Read More:Jason Mitchell on the Extreme Empathy of ‘Mudbound’: Awards Season Spotlight Profile

The full
See full article at Indiewire »

SAG Awards Will Be Presented Entirely by Women, Kristen Bell to Host

First-ever SAG Awards host Kristen Bell in “The Good Place”: NBC/Justin Lubin

The Screen Actors Guild will stand with women at its 24th annual awards ceremony. According to The Hollywood Reporter, women will present each statuette at the January 21 event. This gesture is SAG’s way of supporting women in the wake of the myriad sexual harassment and assault stories that have come out of Hollywood in the past couple months. “The Good Place’s” Kristen Bell will also serve as the SAG Awards’ first-ever host.

“Beginning with the Women’s March in January, it’s been the year of the woman,” SAG Awards Ep Kathy Connell explained. “This is a unifying salute to women who have been very brave and speaking up.”

Of course, men will not be entirely absent from the ceremony. The male SAG winners will take the stage to accept their honors and it
See full article at Women and Hollywood »

How Lena Waithe Is Using Her Newfound Success for Everyone (Exclusive)

How Lena Waithe Is Using Her Newfound Success for Everyone (Exclusive)
For Lena Waithe, slowing down is not an option.

Coming off her 2017 Emmy win for Outstanding Writing for a Comedy Series for the Master of None episode “Thanksgiving,” Waithe feels like she still has a lot to prove. “I was very blessed to be nominated and receive an award from an industry that I respect a lot. But my hustle doesn’t stop. I don’t rest on that,” she tells Et of the many upcoming projects she has coming up, including Step Sisters, about the president of a black sorority who is forced to help repair the reputation of a white sorority by teaching them how to step, on which she’s a producer, and a supporting role in Steven Spielberg’s Ready Player One. “I’m still out here grinding -- you know, I got things in the pot.”

That pot also happens to contain her highly anticipated Showtime series, The Chi, which she created
See full article at Entertainment Tonight »

Women In Hollywood: Dee Rees Stripped Mary J. Blige Emotionally Bare For ‘Mudbound’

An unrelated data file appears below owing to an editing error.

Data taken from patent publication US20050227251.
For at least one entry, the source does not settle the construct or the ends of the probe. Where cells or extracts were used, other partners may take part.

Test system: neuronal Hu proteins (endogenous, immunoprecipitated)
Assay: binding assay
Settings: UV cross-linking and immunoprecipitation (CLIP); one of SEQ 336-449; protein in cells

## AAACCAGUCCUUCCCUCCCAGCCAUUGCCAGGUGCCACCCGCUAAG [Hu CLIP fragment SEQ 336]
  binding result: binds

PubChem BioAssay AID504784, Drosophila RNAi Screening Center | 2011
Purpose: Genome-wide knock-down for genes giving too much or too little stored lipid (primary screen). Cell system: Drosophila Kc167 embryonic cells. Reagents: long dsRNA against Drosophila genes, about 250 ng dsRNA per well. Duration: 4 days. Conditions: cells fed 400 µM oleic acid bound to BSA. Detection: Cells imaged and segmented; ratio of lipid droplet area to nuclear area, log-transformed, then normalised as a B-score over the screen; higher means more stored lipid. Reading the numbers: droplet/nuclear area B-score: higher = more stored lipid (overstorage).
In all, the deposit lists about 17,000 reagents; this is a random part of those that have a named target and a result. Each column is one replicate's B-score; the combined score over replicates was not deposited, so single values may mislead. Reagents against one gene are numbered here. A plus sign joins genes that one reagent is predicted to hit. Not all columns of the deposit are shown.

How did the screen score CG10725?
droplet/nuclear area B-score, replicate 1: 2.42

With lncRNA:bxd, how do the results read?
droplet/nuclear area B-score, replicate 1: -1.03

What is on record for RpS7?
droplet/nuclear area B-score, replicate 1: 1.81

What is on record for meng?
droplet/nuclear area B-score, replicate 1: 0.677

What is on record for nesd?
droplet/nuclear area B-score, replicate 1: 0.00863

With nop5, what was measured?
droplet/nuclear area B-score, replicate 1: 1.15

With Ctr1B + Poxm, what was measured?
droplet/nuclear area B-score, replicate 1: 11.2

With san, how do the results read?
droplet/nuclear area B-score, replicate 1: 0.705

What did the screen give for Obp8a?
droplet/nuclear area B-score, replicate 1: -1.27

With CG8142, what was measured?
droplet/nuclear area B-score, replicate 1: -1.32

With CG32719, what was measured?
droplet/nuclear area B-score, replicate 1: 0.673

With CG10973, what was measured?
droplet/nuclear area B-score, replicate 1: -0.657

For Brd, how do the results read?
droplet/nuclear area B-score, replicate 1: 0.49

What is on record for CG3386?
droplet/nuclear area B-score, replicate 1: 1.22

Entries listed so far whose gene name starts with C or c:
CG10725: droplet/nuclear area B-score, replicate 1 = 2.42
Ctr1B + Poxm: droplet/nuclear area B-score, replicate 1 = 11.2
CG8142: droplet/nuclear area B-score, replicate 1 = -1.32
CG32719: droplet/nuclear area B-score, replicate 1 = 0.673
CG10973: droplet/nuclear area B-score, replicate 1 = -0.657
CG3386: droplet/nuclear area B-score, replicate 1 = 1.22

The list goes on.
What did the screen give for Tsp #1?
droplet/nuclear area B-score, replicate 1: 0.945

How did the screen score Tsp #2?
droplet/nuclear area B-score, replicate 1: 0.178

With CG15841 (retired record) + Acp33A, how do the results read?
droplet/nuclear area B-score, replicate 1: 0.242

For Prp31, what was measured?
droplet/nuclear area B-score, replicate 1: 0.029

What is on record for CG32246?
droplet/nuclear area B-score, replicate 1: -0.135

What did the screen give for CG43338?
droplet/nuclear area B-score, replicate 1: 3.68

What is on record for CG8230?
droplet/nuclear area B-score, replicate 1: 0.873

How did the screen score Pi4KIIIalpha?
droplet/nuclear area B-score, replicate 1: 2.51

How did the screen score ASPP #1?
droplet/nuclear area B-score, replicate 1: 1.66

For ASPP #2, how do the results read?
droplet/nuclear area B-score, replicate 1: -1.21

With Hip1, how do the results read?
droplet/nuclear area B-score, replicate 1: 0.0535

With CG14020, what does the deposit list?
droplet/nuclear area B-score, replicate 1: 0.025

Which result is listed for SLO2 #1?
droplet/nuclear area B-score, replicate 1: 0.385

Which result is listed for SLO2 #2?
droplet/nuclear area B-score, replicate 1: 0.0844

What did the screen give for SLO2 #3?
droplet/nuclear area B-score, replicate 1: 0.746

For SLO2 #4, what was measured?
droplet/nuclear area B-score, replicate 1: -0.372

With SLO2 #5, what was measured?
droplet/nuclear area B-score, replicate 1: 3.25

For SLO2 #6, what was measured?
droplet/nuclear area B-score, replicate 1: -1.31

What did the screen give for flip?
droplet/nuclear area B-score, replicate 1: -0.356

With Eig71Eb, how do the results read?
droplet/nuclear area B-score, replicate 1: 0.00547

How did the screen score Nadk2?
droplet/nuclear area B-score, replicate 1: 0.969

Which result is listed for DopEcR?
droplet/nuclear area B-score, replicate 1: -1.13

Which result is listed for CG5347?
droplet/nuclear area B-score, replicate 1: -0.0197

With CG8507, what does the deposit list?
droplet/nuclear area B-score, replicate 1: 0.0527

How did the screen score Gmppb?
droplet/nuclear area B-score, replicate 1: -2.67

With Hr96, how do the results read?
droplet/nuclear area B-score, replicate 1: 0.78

Women In Hollywood: Dee Rees Stripped Mary J. Blige Emotionally Bare For ‘Mudbound’
Mary J. Blige spends much of Dee Rees' southern tragedy Mudbound holding her tongue. As Florence Jackson, the matriarch of a sharecropper family continually bossed around by the white folks who own their land, she's swollen with words she's not allowed to say, starting with "No" to the McAllan jerk who's always interrupting her dinners to demand that she, or her husband, or her children, obey his commands. "She's an observer," says Rees. "She sees everything, but she'll…
See full article at Deadline »

2017’s Best Films By and About Women

Girls Trip”: Michele K. Short/Universal Pictures

The big screen had a lot to offer in 2017: Amazonian warriors kicking ass (and breaking box office records), tennis stars smashing misogyny, a wildly inventive and Nsfw use of a grapefruit, and so much more. We’ve collected some of our favorite films by and about women this year, and they include biopics about athletes, war movies, and a game-changing super hero film. That’s part of what stands out about this year — the fact that women finally had the opportunity to shine in different genres, both on-screen and behind the scenes. This year’s Best Actress frontrunners aren’t playing the wives of powerful men — they are at the center of their own stories. Finally.

Here are some the year’s best films directed by women and/or about female protagonists, according to us:

Girls Trip” — Co-Written by Tracy Oliver
See full article at Women and Hollywood »

Why Wonder Woman's Golden Globe Snub Is a Huge Deal

Nominations for the 2018 Golden Globes were announced on Monday, and much to our surprise, Wonder Woman isn't included on the list. Despite being the biggest movie of the Summer and one that set a new ground for female directors worldwide, no nod of recognition is being given, making it one of the biggest snubs of award season. DC's Wonder Woman raked in a staggering $103 million on opening weekend, skipping past the $400-million mark for a chart-topping domestic total. Beating out other big-name titles like Guardians of the Galaxy Vol. 2 and Spider-Man: Homecoming, it became the highest-grossing movie of the Summer. Standing behind the live-action depiction of Beauty and the Beast, the movie remains the second largest box office haul of the year in North America. It has become a feminist fan favorite as well as a massive success amongst critics. Ultimately, Wonder Woman proved that a strong, fierce female
See full article at BuzzSugar »

SAG Awards Nominations Continue Strong Diversity Showing

SAG Awards Nominations Continue Strong Diversity Showing
Wednesday’s SAG Awards nominations showed plenty of diversity as the actors union continued supporting movies and television shows with multi-racial casts — as they have in recent awards seasons.

Dee Rees’ “Mudbound” scored nominations for ensemble cast and for Mary J. Blige in the supporting actress categories even though Netflix gave the Mississippi-based movie only a cursory theatrical release last month. Jordan Peele’s “Get Out” found plenty of traction with a cast nomination and a best actor nod for Daniel Kaluuya — even though the film opened 10 months ago.